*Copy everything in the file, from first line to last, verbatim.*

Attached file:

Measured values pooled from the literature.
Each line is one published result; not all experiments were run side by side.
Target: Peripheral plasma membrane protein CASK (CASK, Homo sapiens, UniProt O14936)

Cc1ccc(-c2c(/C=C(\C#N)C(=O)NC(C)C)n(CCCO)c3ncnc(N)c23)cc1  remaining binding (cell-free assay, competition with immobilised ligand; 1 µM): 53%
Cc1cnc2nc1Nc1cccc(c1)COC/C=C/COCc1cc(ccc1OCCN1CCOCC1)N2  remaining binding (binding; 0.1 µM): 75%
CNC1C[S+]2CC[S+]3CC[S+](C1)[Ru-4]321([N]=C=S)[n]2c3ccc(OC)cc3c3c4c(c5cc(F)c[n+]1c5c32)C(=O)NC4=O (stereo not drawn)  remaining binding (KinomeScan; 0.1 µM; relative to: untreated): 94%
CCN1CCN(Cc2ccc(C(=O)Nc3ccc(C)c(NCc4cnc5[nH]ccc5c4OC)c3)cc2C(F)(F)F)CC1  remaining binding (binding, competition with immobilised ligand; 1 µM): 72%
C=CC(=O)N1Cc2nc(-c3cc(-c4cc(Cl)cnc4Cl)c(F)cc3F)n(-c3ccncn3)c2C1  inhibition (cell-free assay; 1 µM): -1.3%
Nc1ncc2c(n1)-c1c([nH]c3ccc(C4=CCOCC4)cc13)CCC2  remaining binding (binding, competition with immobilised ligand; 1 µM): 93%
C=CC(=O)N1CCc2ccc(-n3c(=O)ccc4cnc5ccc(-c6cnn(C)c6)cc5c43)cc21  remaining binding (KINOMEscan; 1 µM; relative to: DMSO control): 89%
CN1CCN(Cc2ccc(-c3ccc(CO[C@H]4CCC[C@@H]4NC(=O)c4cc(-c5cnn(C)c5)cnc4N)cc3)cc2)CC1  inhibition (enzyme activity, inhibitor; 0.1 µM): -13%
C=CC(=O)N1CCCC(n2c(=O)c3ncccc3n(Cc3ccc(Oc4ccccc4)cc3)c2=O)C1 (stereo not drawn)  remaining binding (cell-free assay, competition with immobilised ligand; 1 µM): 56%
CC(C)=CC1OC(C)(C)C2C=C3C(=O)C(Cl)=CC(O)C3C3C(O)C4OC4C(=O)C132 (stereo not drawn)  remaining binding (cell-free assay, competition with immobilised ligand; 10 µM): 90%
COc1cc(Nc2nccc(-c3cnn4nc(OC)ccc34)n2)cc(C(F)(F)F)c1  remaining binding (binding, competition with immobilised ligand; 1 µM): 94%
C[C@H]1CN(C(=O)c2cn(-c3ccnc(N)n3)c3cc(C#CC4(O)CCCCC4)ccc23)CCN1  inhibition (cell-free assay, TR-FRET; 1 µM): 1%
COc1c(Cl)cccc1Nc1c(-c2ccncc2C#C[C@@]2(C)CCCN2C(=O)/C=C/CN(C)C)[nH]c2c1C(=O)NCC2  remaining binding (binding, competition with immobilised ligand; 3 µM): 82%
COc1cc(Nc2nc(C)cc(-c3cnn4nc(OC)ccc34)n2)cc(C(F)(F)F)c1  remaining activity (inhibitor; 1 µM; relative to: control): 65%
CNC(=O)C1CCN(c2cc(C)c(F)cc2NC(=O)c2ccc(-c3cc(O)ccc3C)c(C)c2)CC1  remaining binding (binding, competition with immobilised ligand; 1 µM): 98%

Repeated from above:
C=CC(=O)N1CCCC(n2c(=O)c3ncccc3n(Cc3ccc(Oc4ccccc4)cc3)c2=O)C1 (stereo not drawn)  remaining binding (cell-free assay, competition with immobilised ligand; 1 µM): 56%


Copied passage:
Measured values pooled from the literature.
Each line is one published result; not all experiments were run side by side.
Target: Peripheral plasma membrane protein CASK (CASK, Homo sapiens, UniProt O14936)

Cc1ccc(-c2c(/C=C(\C#N)C(=O)NC(C)C)n(CCCO)c3ncnc(N)c23)cc1  remaining binding (cell-free assay, competition with immobilised ligand; 1 µM): 53%
Cc1cnc2nc1Nc1cccc(c1)COC/C=C/COCc1cc(ccc1OCCN1CCOCC1)N2  remaining binding (binding; 0.1 µM): 75%
CNC1C[S+]2CC[S+]3CC[S+](C1)[Ru-4]321([N]=C=S)[n]2c3ccc(OC)cc3c3c4c(c5cc(F)c[n+]1c5c32)C(=O)NC4=O (stereo not drawn)  remaining binding (KinomeScan; 0.1 µM; relative to: untreated): 94%
CCN1CCN(Cc2ccc(C(=O)Nc3ccc(C)c(NCc4cnc5[nH]ccc5c4OC)c3)cc2C(F)(F)F)CC1  remaining binding (binding, competition with immobilised ligand; 1 µM): 72%
C=CC(=O)N1Cc2nc(-c3cc(-c4cc(Cl)cnc4Cl)c(F)cc3F)n(-c3ccncn3)c2C1  inhibition (cell-free assay; 1 µM): -1.3%
Nc1ncc2c(n1)-c1c([nH]c3ccc(C4=CCOCC4)cc13)CCC2  remaining binding (binding, competition with immobilised ligand; 1 µM): 93%
C=CC(=O)N1CCc2ccc(-n3c(=O)ccc4cnc5ccc(-c6cnn(C)c6)cc5c43)cc21  remaining binding (KINOMEscan; 1 µM; relative to: DMSO control): 89%
CN1CCN(Cc2ccc(-c3ccc(CO[C@H]4CCC[C@@H]4NC(=O)c4cc(-c5cnn(C)c5)cnc4N)cc3)cc2)CC1  inhibition (enzyme activity, inhibitor; 0.1 µM): -13%
C=CC(=O)N1CCCC(n2c(=O)c3ncccc3n(Cc3ccc(Oc4ccccc4)cc3)c2=O)C1 (stereo not drawn)  remaining binding (cell-free assay, competition with immobilised ligand; 1 µM): 56%
CC(C)=CC1OC(C)(C)C2C=C3C(=O)C(Cl)=CC(O)C3C3C(O)C4OC4C(=O)C132 (stereo not drawn)  remaining binding (cell-free assay, competition with immobilised ligand; 10 µM): 90%
COc1cc(Nc2nccc(-c3cnn4nc(OC)ccc34)n2)cc(C(F)(F)F)c1  remaining binding (binding, competition with immobilised ligand; 1 µM): 94%
C[C@H]1CN(C(=O)c2cn(-c3ccnc(N)n3)c3cc(C#CC4(O)CCCCC4)ccc23)CCN1  inhibition (cell-free assay, TR-FRET; 1 µM): 1%
COc1c(Cl)cccc1Nc1c(-c2ccncc2C#C[C@@]2(C)CCCN2C(=O)/C=C/CN(C)C)[nH]c2c1C(=O)NCC2  remaining binding (binding, competition with immobilised ligand; 3 µM): 82%
COc1cc(Nc2nc(C)cc(-c3cnn4nc(OC)ccc34)n2)cc(C(F)(F)F)c1  remaining activity (inhibitor; 1 µM; relative to: control): 65%
CNC(=O)C1CCN(c2cc(C)c(F)cc2NC(=O)c2ccc(-c3cc(O)ccc3C)c(C)c2)CC1  remaining binding (binding, competition with immobilised ligand; 1 µM): 98%

Repeated from above:
C=CC(=O)N1CCCC(n2c(=O)c3ncccc3n(Cc3ccc(Oc4ccccc4)cc3)c2=O)C1 (stereo not drawn)  remaining binding (cell-free assay, competition with immobilised ligand; 1 µM): 56%